To my fellow angel parent,

I hate that you are a part of the angel parent club. I would give anything for you not to be a part of this.  

You are going to cry more tears than you can imagine. You will wonder how you have any liquids left in your body.  

The screams that leave your body are sounds you didn’t know you could makewhen you realize your child really did die, and you can’t comprehend it.  

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You tell the story over and over again because you are trying to make sense of something that makes NO sense. 

You don’t know which end is up. You don’t know what you need because your brain is so discombobulated after experiencing every parent’s worst nightmare.  

You need help with everythingyou can barely formulate a sentence, let alone keep a household afloat and plan your child’s funeral. You are never prepared for planning your child’s funeral.  

People mean well and offer their help. They say, “Let me know if you need anything,” but the problem is you don’t know what you need. You realize you have to surrender because you can’t do this without help.  

Your world just got flipped upside down and you have no clue how to carry this pain. It doesn’t even feel possible because everything feels insurmountable. There is no guidebook on how to deal with the death of your child.  

Somehow, you keep breathing. Somehow, you keep putting one foot in front of the other while you walk around with half of your heart shattered in pieces.

It is ugly, and the pain is indescribable. It is a pain that can not be fixed.  

Society does not know what to do with this because we live in a fix-it world. Let’s put a bow on it and send it on its way. Child loss doesn’t work this way. Your present and your future were simultaneously demolished at once. Everything you once knew is no longer, and it is too much to face at once.  

This is a wrong that can’t be made right. It makes you question everything. Child loss is out of the natural order of things, which is why it is so painful to live with and to witness.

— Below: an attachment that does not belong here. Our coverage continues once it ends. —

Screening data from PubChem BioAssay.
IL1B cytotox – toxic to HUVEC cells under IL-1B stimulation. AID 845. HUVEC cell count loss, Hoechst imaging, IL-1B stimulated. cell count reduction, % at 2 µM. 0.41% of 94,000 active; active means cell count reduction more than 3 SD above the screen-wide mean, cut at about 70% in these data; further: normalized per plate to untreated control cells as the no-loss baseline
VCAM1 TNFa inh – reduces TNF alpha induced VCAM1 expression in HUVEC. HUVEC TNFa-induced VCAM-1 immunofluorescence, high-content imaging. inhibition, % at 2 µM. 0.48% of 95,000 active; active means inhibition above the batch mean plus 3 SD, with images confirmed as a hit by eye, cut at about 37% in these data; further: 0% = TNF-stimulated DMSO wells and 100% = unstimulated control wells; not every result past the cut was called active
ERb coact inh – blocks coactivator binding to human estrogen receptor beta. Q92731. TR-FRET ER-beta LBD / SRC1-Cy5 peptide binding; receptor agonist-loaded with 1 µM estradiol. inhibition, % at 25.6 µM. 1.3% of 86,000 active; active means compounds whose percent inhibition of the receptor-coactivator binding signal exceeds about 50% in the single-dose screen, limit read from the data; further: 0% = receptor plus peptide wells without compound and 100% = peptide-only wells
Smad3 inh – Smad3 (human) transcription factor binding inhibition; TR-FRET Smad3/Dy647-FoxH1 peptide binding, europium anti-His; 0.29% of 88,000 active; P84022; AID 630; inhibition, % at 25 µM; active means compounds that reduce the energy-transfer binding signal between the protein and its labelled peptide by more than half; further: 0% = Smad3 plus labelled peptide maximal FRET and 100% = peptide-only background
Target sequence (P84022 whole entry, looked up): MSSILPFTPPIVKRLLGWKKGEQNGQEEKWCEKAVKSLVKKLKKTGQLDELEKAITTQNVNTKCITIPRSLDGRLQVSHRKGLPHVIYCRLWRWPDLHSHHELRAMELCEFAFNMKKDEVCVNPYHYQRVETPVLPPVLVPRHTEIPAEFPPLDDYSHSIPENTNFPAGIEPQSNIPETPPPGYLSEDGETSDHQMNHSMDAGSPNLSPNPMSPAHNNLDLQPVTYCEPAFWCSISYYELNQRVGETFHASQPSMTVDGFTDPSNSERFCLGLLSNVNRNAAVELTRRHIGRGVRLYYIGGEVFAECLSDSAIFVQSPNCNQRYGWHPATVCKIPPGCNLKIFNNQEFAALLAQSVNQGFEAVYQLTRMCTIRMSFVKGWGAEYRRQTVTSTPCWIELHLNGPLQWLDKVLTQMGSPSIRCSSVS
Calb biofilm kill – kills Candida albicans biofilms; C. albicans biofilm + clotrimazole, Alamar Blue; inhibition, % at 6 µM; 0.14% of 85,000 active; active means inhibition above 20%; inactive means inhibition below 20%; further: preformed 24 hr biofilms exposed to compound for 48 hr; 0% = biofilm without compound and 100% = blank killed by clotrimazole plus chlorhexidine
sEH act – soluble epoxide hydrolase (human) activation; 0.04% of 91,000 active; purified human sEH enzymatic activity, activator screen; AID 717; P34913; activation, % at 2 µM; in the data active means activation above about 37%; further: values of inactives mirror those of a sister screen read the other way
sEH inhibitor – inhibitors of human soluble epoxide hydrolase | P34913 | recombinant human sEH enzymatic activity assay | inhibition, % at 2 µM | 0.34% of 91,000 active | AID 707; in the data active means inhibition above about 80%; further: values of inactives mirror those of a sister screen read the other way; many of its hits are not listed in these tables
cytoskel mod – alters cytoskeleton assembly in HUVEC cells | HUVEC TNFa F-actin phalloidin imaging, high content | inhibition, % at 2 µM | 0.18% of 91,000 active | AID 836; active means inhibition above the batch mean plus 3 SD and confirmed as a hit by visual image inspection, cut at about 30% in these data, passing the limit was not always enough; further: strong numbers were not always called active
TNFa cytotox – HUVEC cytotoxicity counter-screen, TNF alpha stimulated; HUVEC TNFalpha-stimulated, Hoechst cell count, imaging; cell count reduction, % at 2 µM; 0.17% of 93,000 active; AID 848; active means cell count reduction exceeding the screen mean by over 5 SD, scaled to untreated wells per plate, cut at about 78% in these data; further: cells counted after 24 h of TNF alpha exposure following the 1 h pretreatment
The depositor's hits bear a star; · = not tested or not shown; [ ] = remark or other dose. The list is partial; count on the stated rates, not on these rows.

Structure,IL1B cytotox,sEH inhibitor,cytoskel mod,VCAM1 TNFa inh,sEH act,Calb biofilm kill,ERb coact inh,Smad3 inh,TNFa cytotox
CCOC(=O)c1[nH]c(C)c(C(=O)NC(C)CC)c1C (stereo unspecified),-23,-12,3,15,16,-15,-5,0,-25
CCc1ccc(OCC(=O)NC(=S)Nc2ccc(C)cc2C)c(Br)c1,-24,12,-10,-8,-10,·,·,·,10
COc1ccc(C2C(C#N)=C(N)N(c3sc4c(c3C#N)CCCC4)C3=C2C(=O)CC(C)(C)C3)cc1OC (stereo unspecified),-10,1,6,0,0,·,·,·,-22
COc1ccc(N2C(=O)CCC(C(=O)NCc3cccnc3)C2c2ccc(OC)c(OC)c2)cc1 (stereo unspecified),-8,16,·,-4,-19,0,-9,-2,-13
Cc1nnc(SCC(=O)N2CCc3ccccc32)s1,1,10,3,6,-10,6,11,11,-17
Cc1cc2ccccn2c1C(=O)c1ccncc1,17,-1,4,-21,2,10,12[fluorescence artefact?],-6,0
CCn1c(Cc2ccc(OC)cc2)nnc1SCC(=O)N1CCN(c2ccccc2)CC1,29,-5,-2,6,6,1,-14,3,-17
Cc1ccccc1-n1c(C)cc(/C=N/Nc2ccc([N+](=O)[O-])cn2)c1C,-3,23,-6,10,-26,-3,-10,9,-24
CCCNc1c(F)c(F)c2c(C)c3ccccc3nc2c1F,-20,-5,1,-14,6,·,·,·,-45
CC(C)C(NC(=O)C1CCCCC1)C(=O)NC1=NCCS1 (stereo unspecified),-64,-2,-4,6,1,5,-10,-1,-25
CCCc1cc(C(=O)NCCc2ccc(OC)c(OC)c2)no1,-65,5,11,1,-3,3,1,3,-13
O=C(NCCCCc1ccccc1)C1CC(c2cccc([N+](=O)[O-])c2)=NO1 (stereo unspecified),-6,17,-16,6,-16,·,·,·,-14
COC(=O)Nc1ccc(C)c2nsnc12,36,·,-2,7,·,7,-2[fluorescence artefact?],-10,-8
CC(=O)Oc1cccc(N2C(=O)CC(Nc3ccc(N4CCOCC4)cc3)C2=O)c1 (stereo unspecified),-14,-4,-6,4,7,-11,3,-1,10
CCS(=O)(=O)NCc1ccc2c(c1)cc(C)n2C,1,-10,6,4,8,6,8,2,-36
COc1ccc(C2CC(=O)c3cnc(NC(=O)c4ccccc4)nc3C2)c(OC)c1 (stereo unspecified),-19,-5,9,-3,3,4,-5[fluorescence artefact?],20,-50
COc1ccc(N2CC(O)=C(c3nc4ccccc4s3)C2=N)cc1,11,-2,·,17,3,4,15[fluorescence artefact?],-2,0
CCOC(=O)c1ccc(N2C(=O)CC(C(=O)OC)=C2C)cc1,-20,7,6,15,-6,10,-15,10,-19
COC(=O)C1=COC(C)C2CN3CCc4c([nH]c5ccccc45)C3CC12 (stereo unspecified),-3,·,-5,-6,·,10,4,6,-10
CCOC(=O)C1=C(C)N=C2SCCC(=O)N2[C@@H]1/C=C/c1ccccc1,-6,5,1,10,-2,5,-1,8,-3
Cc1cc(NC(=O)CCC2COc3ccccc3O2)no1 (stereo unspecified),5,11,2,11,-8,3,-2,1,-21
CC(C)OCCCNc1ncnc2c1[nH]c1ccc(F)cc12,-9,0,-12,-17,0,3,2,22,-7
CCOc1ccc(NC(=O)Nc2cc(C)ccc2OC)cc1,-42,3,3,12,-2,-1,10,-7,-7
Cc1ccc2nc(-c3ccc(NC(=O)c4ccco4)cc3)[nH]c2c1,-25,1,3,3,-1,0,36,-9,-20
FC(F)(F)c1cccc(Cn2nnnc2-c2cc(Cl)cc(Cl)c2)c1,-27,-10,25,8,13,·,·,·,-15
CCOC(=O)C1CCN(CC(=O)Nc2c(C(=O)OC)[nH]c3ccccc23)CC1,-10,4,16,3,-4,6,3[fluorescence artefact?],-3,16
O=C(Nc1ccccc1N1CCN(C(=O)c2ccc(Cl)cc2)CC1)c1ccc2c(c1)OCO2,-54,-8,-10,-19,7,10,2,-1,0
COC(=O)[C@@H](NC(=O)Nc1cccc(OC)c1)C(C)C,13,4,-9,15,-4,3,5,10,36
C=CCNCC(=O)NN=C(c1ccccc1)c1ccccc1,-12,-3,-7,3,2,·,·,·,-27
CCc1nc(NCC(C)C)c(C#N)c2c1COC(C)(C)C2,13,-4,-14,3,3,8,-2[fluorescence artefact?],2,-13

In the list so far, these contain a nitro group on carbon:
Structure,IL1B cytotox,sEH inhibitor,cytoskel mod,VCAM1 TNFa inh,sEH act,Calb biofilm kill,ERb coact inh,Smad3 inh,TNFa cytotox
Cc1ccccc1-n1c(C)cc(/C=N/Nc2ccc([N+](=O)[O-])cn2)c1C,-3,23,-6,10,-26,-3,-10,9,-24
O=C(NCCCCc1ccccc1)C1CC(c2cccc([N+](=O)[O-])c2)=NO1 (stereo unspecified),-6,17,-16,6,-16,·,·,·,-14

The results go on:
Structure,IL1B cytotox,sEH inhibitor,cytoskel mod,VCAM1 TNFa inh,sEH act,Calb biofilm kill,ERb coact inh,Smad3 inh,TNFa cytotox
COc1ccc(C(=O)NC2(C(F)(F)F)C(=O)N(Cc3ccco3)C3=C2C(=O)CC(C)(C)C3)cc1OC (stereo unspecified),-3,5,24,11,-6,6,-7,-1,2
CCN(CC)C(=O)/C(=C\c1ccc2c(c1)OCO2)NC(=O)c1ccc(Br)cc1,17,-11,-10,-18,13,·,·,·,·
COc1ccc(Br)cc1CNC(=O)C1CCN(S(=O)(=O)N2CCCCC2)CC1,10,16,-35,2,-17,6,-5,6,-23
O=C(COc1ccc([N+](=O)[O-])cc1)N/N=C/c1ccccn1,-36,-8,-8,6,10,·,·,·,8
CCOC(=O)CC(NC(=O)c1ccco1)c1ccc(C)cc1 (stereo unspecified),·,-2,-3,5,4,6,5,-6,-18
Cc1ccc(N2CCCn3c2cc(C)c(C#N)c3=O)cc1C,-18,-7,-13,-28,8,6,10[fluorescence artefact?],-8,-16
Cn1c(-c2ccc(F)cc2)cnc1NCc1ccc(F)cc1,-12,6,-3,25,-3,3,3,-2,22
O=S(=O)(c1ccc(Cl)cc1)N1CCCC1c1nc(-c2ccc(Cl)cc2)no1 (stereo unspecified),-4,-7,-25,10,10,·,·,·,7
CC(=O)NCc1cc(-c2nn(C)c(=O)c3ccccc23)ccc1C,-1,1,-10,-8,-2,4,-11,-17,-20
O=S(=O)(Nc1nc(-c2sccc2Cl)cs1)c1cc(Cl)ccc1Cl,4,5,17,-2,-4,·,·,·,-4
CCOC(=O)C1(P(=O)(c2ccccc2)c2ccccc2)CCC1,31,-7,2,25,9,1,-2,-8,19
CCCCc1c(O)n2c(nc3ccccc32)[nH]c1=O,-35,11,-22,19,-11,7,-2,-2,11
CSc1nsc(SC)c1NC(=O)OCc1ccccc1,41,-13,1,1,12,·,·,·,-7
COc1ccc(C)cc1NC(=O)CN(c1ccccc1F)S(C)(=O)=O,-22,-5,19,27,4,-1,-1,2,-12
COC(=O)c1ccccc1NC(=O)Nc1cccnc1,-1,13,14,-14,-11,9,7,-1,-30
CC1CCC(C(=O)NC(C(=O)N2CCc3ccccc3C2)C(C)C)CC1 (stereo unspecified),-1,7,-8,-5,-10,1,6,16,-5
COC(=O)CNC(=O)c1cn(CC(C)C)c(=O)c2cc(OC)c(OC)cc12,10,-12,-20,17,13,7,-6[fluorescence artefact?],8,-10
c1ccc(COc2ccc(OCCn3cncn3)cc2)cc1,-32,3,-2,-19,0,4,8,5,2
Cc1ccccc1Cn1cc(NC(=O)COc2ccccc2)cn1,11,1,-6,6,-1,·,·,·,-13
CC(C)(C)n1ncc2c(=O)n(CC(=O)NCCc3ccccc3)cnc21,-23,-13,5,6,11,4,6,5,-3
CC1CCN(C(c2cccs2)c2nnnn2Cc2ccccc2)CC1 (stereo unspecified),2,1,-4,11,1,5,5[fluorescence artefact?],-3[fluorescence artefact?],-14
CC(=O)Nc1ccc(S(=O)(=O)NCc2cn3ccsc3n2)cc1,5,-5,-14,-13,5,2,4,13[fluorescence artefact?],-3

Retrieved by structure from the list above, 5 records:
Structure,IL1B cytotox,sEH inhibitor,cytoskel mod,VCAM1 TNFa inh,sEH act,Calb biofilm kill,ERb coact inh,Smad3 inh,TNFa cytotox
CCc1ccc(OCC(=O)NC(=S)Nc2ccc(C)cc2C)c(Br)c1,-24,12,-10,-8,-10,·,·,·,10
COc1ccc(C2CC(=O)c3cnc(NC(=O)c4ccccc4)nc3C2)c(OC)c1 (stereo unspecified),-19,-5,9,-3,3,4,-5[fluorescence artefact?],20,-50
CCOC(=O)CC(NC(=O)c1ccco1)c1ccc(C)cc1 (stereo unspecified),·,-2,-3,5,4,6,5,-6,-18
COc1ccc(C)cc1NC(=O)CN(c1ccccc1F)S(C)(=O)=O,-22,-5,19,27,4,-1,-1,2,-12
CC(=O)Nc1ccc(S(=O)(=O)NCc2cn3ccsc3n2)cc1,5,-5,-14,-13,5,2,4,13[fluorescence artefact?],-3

You can’t find the beauty in it because it is not beautiful. “Everything happens for a reason” doesn’t work with child loss because there is no good reason for a child to die. 

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As time goes on, the death of a child does not get easier. In some ways, you get stronger and the pain is different.

You have to learn to love your child without their physical body and that takes time. 

The only advice I can impart is to be gentle with yourself. You have just endured severe trauma. Allow people to help and love you because that love can carry you when you can’t carry yourself. You don’t win any awards for doing it alone. We weren’t made to do life alone. You can truly see the beautiful side of humanity when you let people take care of you in your darkest hours. You are reminded there is beauty in the pain.  It doesn’t change what happened, but it can soften the blow.  

You will also feel an instant connection with other parents whose children have gone before them. Everyone in this club would give it all up to have their child back, but you will see parents display indescribable strength and that can guide you when your compass is awry. 

I’m sorry you are a parent to an angel, but I love you. There are people who have gone before you, and they have survived the unsurvivable. And you can, too . . . even when you feel like you can’t.  

Carrie Schmitt

Carrie Schmitt is an advocate for St. Baldricks and sibling loss. She has created a foundation called Love Like Jackson which funds art, music, and play therapy for children whose siblings have died. She is the mother of two boys, one in heaven and one on earth.